Friday, July 23, 2021

The Never-Ending (Toy) Story

 I generally avoid movies whose titles end with a number, like Jaws 2 or The Fast and the Furious 5. As I have good reason to know (having worked on Corman franchises like Bloodfist and Slumber Party Massacre), each movie that follows the original is a bit less clever, a bit more predictable. But the good folks at Pixar were not about to let their Toy Story sequels disappoint their loyal fan base. Remarkably, 2010’s Toy Story 3, which I just rewatched, may be the best of the lot. Sure, it still contains familiar characters like valiant Sheriff Woody, spacey Buzz Lightyear, the Potato Head pair, and a fearful Tyrannosaurus Rex, all of them loyal to “their” kid, Andy. But the thing is—Andy is now almost eighteen, and on his way to college. The toys haven’t changed over time, but Andy has. And time becomes film’s big (if hidden) subject.

 This makes it quite a different story from the previous two Toy Story films. The original dealt with such child-appropriate topics as jealousy and friendship. In that 1995 film, the arrival of Buzz—who becomes Andy’s new favorite—rocks Woody to the core. But when the chips are down, Woody and Buzz learn to work together and forge a solid friendship, as underscored by Randy Newman’s Oscar-nominated song, “You’ve Got a Friend in Me.” Their relationship continues in Toy Story 2 (1999), in which Buzz needs to come to the rescue of Woody, who’s been kidnapped (toynapped?) by a dastardly collector with plans to send him to Japan.

 But by 2010, the original film’s target audience was on the brink of adulthood, and largely leaving all things Disney behind. In a way, Toy Story 3 is directed at their parents, who have deeply mixed emotions about seeing their offspring fly away from the nest. Yes, Andy’s mom is eager to see him clear out his childhood toys before he goes off to college, but she is still feeling the loss of the little boy she once knew and loved. What happens to the toys that may be headed for the attic—or scrapped—is what this story is about.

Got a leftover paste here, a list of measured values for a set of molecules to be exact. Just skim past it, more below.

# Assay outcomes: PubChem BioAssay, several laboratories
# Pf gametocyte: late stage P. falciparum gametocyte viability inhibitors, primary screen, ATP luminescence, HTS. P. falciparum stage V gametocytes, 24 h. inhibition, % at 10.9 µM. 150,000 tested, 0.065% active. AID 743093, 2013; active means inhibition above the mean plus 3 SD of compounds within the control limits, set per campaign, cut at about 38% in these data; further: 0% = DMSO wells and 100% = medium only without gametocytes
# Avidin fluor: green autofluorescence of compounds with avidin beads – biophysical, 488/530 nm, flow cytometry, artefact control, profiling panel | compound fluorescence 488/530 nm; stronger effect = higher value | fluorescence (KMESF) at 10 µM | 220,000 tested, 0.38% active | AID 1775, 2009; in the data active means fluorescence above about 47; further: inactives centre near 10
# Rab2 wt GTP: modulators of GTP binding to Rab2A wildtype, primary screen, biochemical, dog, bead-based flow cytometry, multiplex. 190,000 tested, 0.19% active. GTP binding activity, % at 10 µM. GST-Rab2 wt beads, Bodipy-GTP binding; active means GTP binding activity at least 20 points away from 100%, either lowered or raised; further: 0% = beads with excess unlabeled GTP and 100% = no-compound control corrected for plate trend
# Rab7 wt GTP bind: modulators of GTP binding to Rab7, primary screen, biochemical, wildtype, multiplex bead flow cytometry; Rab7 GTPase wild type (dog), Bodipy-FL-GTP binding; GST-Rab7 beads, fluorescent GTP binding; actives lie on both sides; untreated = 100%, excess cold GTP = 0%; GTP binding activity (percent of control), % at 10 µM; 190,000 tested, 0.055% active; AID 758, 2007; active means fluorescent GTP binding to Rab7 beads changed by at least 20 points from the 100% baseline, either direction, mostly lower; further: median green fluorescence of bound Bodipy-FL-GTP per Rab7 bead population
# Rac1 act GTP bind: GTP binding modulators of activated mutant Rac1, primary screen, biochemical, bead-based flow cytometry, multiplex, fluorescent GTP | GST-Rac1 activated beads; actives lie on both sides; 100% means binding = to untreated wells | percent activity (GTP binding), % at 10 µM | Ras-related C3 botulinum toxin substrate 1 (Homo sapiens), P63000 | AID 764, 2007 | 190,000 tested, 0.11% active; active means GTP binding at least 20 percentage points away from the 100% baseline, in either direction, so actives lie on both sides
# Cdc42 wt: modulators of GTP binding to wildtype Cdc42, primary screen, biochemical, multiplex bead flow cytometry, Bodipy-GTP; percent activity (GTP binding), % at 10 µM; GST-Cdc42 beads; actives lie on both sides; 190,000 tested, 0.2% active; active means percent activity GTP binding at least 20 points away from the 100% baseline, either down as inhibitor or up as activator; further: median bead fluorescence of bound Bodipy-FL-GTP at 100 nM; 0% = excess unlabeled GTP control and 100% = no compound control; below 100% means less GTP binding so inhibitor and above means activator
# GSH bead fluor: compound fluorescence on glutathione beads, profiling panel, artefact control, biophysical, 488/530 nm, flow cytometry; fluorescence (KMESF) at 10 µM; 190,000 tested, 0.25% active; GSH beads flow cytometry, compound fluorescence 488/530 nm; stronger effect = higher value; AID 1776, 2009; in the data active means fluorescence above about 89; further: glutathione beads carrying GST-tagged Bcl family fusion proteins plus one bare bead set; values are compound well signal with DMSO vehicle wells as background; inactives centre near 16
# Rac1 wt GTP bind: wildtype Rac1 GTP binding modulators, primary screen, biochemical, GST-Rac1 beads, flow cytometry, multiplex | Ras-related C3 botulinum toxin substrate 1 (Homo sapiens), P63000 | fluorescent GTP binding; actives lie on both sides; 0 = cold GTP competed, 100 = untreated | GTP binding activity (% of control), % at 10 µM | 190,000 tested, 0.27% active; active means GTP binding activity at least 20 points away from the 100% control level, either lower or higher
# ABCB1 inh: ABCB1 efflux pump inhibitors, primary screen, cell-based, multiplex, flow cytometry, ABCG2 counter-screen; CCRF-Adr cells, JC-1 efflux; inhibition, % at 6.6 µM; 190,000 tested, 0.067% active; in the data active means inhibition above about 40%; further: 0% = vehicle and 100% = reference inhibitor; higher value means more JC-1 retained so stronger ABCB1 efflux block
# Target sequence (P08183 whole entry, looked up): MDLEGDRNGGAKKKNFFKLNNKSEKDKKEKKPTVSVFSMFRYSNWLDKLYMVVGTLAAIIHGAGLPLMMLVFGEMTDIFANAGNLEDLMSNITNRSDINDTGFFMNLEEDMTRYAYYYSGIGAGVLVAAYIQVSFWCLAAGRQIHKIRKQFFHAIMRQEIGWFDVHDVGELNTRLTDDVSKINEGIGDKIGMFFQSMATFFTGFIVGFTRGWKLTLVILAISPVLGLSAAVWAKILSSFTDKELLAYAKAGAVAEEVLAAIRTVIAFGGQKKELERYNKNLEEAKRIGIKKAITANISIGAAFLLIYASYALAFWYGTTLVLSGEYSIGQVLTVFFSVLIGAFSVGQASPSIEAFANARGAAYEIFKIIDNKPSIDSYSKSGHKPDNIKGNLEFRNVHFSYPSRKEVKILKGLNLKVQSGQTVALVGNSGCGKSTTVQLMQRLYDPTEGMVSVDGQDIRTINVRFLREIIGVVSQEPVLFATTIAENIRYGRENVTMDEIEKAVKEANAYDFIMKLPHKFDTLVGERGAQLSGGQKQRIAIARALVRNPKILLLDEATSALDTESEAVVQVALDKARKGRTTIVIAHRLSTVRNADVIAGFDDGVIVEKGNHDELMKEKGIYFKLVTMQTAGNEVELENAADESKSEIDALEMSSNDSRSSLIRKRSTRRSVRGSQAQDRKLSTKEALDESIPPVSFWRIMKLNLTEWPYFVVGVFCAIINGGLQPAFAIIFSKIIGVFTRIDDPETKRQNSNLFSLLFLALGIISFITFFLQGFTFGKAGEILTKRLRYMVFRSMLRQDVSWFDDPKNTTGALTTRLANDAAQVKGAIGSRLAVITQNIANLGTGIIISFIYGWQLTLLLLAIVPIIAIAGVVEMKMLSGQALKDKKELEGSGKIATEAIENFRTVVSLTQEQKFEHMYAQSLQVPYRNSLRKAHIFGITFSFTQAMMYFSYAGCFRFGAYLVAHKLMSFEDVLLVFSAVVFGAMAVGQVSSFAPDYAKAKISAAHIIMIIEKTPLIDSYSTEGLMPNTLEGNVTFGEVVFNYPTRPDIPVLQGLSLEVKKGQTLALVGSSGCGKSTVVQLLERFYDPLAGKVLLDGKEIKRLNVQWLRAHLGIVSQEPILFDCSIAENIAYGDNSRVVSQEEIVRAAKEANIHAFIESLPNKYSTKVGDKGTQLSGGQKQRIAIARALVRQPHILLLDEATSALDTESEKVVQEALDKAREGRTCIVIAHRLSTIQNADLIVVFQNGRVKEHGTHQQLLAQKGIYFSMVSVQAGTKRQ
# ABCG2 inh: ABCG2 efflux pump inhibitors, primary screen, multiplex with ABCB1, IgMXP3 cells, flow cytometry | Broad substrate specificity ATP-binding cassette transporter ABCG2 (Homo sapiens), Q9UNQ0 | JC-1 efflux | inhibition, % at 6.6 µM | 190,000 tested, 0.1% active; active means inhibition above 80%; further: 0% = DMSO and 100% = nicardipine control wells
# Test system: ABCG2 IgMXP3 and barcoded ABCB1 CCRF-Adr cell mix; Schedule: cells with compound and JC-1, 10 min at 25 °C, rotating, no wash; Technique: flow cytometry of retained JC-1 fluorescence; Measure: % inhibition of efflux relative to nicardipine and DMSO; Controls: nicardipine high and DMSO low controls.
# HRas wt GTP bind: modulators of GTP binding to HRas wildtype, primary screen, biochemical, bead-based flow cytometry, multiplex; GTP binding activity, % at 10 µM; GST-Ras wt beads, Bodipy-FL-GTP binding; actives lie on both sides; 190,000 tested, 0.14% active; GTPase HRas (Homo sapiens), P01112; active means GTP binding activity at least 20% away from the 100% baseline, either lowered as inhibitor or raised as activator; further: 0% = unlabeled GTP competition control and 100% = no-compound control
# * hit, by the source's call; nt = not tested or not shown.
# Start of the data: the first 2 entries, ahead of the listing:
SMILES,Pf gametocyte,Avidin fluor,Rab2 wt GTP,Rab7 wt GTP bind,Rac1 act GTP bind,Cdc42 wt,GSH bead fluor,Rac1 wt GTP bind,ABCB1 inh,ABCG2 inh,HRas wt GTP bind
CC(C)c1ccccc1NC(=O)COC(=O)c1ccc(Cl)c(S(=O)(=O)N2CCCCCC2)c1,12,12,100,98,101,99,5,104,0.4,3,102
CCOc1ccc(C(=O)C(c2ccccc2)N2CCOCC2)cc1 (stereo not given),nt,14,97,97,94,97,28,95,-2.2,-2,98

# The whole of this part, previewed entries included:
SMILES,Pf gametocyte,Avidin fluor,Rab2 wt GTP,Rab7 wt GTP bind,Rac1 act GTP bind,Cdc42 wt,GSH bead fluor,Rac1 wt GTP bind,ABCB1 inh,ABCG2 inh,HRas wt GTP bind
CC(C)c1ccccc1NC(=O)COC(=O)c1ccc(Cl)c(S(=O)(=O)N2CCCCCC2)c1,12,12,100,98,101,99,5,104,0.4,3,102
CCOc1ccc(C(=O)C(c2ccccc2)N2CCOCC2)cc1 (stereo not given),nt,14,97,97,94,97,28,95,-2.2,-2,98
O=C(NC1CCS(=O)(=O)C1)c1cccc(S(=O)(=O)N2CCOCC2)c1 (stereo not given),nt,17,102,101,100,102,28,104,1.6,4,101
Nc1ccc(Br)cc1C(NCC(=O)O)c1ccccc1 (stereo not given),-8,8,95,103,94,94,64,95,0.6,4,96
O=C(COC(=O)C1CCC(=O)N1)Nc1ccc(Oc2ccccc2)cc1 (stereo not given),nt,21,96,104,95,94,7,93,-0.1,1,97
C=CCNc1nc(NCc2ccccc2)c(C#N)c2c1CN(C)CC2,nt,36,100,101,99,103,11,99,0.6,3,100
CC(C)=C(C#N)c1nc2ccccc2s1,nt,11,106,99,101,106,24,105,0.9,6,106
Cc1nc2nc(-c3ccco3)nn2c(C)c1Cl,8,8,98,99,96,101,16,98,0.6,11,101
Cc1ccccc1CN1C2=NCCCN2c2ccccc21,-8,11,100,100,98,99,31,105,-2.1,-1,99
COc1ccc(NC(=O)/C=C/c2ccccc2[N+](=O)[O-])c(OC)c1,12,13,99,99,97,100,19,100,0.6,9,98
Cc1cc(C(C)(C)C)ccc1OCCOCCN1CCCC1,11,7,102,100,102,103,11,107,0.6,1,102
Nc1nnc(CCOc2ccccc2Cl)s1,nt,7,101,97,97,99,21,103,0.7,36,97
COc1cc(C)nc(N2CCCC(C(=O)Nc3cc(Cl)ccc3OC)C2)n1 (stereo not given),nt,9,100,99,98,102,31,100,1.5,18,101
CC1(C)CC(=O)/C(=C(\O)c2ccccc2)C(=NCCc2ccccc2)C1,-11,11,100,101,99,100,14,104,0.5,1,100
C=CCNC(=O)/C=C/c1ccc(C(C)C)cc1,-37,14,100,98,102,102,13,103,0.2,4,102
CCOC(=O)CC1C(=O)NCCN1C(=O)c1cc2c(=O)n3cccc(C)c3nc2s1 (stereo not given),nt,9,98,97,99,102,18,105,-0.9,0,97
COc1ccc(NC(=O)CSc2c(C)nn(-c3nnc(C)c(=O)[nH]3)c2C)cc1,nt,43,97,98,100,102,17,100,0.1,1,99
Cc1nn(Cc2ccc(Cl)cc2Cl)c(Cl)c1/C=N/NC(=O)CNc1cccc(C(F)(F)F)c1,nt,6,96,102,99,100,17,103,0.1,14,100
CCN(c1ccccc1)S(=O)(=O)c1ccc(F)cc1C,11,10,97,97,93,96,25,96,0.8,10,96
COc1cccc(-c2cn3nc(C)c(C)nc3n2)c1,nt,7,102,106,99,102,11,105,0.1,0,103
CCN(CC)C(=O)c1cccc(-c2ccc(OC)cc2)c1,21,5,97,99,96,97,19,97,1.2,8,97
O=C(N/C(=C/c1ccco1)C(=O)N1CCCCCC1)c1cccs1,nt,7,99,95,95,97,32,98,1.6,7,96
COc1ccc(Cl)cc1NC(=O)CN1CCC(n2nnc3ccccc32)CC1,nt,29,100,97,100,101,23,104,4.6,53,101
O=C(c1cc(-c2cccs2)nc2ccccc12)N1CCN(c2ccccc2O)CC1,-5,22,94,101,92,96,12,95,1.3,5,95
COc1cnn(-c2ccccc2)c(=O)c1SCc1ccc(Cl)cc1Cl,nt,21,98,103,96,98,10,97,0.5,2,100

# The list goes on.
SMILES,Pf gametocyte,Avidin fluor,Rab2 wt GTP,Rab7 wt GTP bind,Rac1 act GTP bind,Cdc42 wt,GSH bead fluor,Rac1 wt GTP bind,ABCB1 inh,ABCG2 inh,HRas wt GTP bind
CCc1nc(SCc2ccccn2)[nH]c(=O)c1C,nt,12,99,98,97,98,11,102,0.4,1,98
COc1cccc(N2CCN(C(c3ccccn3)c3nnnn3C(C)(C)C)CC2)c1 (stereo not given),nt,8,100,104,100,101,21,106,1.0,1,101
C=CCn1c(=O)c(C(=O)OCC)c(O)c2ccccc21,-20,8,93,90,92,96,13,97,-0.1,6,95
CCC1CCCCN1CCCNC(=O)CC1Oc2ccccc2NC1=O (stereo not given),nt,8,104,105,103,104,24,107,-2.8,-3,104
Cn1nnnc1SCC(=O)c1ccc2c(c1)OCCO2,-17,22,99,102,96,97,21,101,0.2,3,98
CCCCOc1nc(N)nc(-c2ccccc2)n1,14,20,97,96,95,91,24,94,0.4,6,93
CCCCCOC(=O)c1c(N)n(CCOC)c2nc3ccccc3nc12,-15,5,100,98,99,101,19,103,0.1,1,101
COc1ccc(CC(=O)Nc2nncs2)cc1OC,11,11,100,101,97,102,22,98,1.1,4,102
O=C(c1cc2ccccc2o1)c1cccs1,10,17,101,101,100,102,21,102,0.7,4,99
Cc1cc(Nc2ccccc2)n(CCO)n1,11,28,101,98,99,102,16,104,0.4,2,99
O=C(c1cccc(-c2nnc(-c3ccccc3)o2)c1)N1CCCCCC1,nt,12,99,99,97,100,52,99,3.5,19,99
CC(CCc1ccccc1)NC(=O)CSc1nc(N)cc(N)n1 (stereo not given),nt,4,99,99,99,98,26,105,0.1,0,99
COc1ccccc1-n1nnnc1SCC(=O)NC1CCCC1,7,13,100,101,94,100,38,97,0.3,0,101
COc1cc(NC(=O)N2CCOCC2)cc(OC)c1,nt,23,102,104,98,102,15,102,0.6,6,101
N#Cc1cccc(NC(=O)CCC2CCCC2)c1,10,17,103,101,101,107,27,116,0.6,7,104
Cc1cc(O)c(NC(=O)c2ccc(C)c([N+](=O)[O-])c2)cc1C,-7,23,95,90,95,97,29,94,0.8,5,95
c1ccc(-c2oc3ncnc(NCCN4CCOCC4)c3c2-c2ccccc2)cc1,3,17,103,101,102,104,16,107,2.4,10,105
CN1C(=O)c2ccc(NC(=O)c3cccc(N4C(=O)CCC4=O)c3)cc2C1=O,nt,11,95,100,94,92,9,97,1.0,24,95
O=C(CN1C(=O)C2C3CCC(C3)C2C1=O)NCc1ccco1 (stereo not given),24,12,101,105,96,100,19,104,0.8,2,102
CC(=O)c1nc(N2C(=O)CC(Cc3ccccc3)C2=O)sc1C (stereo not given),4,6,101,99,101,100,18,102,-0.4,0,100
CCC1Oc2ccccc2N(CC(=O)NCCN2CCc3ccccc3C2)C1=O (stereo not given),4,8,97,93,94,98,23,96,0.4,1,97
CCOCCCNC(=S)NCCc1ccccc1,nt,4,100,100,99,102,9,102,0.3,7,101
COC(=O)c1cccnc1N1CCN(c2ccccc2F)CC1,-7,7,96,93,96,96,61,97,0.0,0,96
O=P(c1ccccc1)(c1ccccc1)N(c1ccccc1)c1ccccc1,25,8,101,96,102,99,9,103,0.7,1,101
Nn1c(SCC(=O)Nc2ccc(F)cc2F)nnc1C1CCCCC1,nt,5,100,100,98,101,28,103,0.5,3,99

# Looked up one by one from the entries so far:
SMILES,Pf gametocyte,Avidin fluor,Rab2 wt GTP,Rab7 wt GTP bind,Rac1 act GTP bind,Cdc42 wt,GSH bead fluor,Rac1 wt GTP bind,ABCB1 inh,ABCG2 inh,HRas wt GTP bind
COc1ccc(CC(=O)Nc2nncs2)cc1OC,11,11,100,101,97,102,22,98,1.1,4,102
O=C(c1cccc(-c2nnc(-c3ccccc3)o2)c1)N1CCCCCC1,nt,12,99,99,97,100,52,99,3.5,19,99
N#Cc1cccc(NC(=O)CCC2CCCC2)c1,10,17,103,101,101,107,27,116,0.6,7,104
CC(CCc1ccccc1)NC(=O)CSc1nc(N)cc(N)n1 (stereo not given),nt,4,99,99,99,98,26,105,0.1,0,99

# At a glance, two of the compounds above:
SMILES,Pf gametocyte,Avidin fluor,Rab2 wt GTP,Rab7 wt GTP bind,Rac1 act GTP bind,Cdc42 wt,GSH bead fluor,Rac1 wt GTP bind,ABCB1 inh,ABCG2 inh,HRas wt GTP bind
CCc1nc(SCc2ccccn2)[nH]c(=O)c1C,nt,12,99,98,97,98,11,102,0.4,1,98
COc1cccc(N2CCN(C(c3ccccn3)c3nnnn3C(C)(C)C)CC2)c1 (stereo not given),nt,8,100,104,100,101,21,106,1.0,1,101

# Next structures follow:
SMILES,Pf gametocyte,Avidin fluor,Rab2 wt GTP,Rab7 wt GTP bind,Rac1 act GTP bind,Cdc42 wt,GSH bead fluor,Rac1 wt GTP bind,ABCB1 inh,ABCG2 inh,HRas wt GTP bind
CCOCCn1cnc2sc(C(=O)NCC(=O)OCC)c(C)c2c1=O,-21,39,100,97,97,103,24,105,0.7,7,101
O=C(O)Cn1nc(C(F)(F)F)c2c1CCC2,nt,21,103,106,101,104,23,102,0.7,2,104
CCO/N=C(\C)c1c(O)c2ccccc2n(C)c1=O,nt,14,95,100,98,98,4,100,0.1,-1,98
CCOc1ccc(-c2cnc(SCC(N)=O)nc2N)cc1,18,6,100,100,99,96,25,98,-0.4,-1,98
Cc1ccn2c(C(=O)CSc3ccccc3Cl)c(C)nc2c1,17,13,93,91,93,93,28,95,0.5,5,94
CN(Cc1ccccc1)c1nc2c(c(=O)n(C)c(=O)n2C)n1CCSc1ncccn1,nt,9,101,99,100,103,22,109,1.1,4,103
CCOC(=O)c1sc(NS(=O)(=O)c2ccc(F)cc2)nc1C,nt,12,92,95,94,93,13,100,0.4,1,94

Since the Pixar team understands that young viewers prefer excitement to philosophy, there’s plenty of derring-do here, like some heroic flights from a garbage truck and from a childcare center that seems a paradise but is ruled over by a menacing pink stuffed bear who smells like strawberries (the late Ned Beatty, full of Southern charm and menace). A sequence at the city dump has an Inferno quality, but – of course – ends in a breathless escape. And I defy parents not to be moved when Andy decides what best to do with well-loved toys he’s outgrown.

 Pixar is good, too, at finding ways to tickle adult funny-bones. At the childcare center where the discarded toys briefly find a home, a vapid Barbie (in Jane Fonda-style leotard and leggings) finds the Ken of her dreams, then later tricks him into modeling his elaborate Sixties wardrobe (tie-dye! an astronaut suit!) when he needs to be distracted from the big escape attempt. And I suspect we Boomers remember many of the vintage toys in the film, like the Slinky-dog, the GI Joe action figures, and that talking telephone. The film has more serious matters on its mind, too, like our throwaway culture that decrees that anything out of date should simply be tossed, and that most of our once-cherished possessions ultimately belong in a landfill.

 All in all, it’s a beautiful film with a perfect ending. But then they made Toy Story 4.





  1. What? What about 12 Monkeys? 12 Angry Men? The 300? The 3 Amigos? 3 Men and a Baby? 4 Weddings and a Funeral? Not all movies with numbers in the title are bad!

    But I digress ... what about Terminator 2 or The Godfather Part 2?

  2. You will notice, I hope, that I mentioned movies whose titles END in a number, so 12 Angry Men emphatically doesn't count. As for movie sequels, you're right that there are some very good ones, like those you mention. But I venture to say that these are the rare exceptions. Most (though not all) sequels don't really have new things to say.